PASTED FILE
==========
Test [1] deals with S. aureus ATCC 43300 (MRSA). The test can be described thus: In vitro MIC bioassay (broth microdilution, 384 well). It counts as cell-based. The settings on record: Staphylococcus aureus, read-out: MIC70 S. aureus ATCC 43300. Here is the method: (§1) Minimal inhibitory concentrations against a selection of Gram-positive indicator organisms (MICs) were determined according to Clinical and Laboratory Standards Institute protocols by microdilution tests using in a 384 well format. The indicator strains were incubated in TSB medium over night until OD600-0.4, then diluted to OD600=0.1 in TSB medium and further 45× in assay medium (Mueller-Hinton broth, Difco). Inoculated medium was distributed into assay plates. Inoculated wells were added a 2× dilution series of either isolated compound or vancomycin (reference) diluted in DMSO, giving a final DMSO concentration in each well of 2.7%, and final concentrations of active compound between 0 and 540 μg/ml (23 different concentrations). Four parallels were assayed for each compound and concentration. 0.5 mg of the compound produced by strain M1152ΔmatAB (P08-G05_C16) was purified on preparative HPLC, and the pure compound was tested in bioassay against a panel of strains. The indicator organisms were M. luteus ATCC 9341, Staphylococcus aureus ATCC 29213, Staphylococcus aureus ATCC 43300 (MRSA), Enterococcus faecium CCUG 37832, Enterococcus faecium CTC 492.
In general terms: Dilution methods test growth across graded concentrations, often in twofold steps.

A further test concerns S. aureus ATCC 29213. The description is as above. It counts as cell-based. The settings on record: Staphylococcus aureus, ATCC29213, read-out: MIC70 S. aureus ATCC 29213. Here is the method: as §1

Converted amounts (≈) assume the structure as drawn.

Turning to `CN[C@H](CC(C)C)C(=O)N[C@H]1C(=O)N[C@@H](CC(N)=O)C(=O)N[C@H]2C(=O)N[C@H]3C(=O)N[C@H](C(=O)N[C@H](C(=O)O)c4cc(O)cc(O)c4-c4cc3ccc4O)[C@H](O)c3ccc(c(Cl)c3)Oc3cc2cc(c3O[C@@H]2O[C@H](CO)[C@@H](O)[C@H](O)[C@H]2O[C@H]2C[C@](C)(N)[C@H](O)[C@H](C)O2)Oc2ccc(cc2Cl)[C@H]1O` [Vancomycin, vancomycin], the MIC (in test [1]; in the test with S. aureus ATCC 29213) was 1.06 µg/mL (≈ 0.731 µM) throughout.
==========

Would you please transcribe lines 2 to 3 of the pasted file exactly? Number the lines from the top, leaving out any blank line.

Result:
In general terms: Dilution methods test growth across graded concentrations, often in twofold steps.

A further test concerns S. aureus ATCC 29213. The description is as above. It counts as cell-based. The settings on record: Staphylococcus aureus, ATCC29213, read-out: MIC70 S. aureus ATCC 29213. Here is the method: as §1